- What I Want To Do (minus the writer’s block): For years my goal has been to become a famous writer. After completing countless blog posts and entering an endless number of short stories in contests with no monetary gain to show for it, I had begun to lose sight of my goal. Watching Moody’s roaming lifestyle reaffirms my life’s goal. I want to be like Hank in the sense that I want to write, meet people and write more. I don’t need to include Hank’s ability to screw-up every aspect of his life and his inability to escape writer’s block.
- Rant: It baffles me when people say they try to avoid ranting. If you begin a rant, one of two things can happen. One: people agree with you and your rant sparks a conversation. Two: people disagree with you and your rant sparks a conversation. Either way, as long as you’re not a complete asshole, you get a conversation out of the rant.
- Friend Fights: How are two friends supposed to fight over something The Hank method seems to work pretty well. A couple minutes of wrestling combined with a few solid punches to the ass (no gay meaning there, just legitimate ass punches) seems to clear up a lot of arguments in Hank’s world.
- The Power of Words: Words are something that you can always use, manipulate and play with to create humor, joy, sorrow or any real emotion. They are a tool that, if used correctly, can get you in or out of any situation. To properly wield words like the weapons they are, one must practice. Play with words, use new words, see what effects different words can have on different people. Knowing that words can be your most powerful weapon is not enough. Like all weapons, your words need to be practiced and honed.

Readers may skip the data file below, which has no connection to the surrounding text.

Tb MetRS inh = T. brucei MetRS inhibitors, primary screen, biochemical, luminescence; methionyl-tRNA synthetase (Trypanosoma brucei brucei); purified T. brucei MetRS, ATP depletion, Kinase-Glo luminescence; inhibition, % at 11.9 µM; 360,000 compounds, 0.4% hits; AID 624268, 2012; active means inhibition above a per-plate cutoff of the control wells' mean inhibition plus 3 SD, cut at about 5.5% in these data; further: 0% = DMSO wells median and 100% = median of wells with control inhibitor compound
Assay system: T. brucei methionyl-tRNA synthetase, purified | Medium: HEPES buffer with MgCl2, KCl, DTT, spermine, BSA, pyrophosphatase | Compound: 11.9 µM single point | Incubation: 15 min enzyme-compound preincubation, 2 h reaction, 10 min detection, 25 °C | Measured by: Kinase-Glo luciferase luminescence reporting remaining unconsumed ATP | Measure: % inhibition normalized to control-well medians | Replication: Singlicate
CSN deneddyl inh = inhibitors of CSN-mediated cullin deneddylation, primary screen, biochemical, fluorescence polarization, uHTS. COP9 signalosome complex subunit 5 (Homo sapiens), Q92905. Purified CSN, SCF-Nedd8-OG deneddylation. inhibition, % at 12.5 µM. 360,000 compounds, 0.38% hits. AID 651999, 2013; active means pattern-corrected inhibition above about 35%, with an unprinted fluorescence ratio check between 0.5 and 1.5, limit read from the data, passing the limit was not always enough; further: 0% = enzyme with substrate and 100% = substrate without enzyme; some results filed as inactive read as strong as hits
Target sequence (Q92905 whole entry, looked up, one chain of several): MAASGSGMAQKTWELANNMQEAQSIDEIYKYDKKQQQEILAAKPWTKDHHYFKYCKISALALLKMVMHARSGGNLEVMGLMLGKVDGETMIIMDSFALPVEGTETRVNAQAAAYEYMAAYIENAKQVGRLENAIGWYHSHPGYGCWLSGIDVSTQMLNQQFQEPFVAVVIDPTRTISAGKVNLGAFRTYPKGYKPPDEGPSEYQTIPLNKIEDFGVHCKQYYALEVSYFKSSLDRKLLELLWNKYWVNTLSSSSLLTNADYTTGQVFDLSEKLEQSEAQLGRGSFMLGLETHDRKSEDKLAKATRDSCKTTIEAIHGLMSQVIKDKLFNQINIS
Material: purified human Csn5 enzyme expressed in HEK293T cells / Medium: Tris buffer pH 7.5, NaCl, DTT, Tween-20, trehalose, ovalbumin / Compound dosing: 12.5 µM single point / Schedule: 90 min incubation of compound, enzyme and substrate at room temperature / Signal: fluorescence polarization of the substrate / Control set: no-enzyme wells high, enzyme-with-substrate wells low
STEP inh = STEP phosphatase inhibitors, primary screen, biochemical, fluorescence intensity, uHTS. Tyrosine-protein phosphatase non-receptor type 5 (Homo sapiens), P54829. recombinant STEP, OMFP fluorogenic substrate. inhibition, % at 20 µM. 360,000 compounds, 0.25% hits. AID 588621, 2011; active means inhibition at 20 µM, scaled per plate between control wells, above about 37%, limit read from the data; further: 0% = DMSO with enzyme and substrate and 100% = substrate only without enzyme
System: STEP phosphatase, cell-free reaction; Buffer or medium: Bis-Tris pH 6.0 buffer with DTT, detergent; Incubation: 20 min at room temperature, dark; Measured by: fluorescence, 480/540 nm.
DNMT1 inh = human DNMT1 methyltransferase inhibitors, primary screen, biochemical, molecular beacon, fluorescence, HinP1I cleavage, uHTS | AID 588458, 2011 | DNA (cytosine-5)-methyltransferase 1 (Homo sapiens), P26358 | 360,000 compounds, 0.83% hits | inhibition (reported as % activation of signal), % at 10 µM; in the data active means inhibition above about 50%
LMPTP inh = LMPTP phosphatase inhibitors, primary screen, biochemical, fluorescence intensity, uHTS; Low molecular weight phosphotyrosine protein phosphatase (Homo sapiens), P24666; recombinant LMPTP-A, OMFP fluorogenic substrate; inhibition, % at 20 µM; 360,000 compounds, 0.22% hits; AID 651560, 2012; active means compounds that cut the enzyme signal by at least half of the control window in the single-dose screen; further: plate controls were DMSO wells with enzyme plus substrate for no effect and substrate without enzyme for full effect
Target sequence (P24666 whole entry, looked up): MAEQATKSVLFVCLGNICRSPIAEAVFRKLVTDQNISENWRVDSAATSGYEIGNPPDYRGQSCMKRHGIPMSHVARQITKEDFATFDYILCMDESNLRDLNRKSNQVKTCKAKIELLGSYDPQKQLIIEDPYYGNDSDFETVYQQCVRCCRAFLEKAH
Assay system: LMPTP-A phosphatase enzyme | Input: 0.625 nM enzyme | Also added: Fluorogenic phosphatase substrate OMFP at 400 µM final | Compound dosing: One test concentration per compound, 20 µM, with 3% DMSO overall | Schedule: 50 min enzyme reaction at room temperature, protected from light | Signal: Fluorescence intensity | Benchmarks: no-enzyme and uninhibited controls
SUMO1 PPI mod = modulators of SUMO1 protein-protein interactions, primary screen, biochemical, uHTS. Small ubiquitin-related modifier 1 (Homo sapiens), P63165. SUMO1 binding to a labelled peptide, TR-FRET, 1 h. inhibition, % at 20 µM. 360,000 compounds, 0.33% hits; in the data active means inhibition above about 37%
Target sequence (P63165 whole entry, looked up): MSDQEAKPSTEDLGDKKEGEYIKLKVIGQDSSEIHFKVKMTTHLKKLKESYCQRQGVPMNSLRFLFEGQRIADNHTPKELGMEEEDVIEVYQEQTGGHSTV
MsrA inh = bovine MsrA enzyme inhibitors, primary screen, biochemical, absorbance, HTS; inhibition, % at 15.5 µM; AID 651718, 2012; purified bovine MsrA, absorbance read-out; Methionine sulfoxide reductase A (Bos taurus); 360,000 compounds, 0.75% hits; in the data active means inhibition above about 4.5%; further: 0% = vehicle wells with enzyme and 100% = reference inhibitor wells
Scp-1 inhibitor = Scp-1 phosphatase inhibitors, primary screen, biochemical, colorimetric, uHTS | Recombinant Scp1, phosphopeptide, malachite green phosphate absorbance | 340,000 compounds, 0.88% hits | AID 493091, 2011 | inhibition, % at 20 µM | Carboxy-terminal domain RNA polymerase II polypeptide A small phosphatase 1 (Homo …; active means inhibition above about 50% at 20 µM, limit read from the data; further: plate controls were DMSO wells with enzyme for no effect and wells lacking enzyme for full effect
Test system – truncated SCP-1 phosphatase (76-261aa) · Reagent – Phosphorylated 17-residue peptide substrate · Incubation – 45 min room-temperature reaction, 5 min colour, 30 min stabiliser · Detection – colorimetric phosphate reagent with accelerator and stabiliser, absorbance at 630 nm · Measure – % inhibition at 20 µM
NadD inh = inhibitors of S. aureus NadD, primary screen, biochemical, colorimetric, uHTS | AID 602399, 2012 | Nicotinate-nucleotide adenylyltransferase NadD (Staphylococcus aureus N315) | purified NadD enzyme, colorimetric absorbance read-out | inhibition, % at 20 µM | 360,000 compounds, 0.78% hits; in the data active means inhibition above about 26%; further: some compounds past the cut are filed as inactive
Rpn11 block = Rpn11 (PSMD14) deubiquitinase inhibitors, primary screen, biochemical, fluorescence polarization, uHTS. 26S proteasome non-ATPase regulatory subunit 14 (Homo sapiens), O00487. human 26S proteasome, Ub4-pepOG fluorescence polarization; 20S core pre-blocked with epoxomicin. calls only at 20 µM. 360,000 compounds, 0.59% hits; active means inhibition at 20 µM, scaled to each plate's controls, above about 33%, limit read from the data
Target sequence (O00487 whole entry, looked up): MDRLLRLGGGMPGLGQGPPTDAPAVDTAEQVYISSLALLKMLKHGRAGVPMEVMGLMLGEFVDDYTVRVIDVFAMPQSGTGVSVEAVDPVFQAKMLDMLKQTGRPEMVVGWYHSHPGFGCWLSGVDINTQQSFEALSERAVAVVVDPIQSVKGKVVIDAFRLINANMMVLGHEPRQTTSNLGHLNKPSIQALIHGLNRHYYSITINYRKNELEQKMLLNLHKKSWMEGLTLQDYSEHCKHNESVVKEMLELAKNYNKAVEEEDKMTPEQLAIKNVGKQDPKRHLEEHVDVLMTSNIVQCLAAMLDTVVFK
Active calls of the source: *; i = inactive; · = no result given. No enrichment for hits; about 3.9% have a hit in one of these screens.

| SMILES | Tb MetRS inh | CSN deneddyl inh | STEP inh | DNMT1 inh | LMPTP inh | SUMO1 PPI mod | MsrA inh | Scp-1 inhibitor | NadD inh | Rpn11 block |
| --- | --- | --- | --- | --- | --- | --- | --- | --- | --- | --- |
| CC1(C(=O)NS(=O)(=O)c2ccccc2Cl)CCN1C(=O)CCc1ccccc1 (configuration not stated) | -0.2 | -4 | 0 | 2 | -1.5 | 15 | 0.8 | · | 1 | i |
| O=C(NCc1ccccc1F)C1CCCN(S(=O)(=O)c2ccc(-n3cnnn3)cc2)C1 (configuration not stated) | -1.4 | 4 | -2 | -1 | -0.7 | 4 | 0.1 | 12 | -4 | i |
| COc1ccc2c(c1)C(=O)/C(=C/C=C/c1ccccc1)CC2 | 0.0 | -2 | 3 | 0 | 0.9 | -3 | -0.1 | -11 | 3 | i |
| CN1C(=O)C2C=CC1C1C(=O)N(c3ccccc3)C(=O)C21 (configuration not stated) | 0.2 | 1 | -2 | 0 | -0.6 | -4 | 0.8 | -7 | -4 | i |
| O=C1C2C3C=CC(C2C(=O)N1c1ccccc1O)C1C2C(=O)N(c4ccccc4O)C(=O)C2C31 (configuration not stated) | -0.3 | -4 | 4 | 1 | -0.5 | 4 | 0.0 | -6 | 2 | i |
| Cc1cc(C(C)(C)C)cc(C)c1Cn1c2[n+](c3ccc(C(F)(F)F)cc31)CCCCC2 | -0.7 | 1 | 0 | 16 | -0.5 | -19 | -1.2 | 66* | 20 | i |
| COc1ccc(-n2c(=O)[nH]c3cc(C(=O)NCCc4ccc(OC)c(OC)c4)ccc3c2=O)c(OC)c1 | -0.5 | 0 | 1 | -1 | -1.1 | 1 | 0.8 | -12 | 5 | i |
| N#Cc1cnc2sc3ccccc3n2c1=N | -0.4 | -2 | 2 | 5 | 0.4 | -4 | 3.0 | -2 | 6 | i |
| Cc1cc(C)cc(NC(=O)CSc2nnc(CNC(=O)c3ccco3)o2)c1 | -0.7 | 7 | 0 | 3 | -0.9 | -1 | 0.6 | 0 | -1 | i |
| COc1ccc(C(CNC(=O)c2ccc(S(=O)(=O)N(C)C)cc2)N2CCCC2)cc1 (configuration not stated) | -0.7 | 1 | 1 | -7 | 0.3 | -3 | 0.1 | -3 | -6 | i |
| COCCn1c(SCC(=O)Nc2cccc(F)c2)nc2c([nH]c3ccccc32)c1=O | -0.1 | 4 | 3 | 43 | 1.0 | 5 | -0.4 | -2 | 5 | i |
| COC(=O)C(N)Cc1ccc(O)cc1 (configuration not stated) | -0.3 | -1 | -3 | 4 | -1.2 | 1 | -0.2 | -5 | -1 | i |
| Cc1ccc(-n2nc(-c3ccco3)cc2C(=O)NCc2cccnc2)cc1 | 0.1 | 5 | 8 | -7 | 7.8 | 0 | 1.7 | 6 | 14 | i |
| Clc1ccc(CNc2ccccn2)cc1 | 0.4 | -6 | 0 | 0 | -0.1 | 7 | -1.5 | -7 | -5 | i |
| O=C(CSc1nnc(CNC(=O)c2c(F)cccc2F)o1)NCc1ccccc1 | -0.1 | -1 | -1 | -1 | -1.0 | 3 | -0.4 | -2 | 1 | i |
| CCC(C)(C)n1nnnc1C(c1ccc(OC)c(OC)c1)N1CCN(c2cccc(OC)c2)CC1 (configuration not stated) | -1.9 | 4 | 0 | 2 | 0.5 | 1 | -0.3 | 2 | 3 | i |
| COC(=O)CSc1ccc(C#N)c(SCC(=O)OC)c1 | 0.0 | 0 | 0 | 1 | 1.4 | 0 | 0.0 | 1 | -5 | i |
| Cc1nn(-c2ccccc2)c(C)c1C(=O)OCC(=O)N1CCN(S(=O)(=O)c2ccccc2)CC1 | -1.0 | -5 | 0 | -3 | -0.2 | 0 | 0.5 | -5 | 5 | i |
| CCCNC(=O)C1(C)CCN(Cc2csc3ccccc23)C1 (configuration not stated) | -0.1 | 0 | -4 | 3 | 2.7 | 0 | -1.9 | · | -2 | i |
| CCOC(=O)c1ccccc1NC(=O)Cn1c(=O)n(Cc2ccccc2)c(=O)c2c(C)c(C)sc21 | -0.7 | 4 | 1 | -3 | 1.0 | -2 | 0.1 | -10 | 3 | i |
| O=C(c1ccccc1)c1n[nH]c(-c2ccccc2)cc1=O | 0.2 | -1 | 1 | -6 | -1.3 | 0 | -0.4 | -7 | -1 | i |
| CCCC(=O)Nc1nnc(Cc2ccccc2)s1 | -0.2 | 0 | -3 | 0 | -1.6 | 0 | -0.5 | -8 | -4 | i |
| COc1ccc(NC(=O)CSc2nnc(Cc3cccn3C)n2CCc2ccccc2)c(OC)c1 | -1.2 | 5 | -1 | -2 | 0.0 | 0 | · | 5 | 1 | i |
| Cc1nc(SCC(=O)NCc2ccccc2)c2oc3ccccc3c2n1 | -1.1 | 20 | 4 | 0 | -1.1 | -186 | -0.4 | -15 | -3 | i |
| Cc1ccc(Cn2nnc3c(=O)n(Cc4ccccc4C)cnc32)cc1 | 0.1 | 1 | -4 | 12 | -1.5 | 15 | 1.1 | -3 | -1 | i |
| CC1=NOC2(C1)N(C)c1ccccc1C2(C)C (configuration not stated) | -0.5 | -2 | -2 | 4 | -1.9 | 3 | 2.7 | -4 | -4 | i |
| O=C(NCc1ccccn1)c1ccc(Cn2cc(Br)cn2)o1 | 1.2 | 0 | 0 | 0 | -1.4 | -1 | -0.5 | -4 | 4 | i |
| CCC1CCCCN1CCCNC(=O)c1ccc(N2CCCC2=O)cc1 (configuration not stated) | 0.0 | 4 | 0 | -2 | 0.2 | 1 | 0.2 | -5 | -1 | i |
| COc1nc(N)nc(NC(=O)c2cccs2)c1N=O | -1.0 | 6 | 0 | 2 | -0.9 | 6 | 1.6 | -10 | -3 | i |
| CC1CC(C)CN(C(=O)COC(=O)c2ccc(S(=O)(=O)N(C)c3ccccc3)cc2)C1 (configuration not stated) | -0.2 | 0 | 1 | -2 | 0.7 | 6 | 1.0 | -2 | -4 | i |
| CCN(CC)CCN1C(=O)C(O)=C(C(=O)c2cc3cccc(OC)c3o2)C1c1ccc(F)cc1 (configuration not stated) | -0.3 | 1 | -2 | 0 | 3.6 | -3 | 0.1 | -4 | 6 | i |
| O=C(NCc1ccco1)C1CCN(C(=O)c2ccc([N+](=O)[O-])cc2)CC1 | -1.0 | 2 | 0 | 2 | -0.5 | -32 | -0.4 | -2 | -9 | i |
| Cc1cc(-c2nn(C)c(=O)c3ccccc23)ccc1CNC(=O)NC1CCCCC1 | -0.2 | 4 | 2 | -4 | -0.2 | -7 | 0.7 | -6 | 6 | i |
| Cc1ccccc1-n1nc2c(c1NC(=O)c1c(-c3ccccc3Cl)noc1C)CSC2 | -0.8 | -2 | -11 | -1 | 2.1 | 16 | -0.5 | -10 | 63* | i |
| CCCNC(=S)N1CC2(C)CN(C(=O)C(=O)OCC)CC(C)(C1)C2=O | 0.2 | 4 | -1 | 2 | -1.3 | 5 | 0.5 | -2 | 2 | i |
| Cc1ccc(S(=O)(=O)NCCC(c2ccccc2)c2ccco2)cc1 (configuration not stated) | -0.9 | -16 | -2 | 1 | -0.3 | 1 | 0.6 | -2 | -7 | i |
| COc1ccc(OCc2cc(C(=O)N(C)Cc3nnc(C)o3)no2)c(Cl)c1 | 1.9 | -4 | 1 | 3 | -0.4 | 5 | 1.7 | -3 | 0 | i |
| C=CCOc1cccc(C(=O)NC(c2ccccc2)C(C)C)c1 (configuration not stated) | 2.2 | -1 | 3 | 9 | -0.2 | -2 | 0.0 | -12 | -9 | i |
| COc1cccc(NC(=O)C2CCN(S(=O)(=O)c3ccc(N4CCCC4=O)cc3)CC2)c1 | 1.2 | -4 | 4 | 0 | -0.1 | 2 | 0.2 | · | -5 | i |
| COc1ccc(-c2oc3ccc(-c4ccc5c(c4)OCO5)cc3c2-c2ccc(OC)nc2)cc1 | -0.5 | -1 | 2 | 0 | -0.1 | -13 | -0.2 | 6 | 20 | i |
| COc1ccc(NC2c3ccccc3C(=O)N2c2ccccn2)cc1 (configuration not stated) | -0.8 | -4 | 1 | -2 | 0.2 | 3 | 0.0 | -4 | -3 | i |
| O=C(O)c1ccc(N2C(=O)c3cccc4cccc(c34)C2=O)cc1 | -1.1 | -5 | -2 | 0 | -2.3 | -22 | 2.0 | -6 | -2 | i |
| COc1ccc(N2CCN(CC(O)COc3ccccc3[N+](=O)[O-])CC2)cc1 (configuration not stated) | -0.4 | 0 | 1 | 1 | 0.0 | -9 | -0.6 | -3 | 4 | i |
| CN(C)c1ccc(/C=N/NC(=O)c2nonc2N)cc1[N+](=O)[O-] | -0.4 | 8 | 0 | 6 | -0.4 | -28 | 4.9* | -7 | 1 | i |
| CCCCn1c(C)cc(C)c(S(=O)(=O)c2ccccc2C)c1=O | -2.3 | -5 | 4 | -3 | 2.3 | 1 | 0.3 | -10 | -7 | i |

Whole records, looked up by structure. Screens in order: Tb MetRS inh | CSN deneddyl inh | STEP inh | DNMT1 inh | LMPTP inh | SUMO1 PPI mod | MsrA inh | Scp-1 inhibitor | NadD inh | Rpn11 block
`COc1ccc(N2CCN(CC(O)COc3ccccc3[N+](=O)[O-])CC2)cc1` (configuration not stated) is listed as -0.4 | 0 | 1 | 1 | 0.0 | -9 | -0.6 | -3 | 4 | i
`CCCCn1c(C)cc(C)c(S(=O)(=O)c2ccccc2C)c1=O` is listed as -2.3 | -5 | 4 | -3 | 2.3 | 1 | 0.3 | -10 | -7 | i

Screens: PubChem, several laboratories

- Listen: Hank Moody is a douchebag, a womanizer and an asshole but he exercises one of the most important skills a person has: listening. No matter how wronged a woman has been by Hank Moody, they always credit him as a man who hears everything. To actually listen and hear what a person has to say allows you to really know that person. Not everybody can do it as well as Moody though.
- God Hates Us All: While we may not all have a Karen (Natascha McElhone), the woman whom Hank endlessly loves and constantly mess up with, or a Mia (Madeline Zima), the sixteen year old that tricked Hank into sleeping with her, the truth behind moody’s book title is universal. God (Buddha, Allah, Zeus, ect.) hates us all, every last tone of us. That being said, stop wallowing in your own misery like you’re the only sad person in the world. God hates us all. We all have some terrible, shitty thing happening so stop thinking you’re the only one. Either accept your miserable fate or pull one over on God and figure out how to be happy.
This six day Californication marathon has been some of the most fun I’ve had watching TV. The show is witty, well written, well acted, wholly entertaining. I give Seasons 1-4 the following
- Season 1: 7 out of 10
- Season2: 8 out of 10
- Season 3: 9 out of 10
- Season 4: 9 out of 10
The show is awesome, though quite raunchy. If you have no problem with sex, drugs, alcohol and profanity then I highly recommend this show.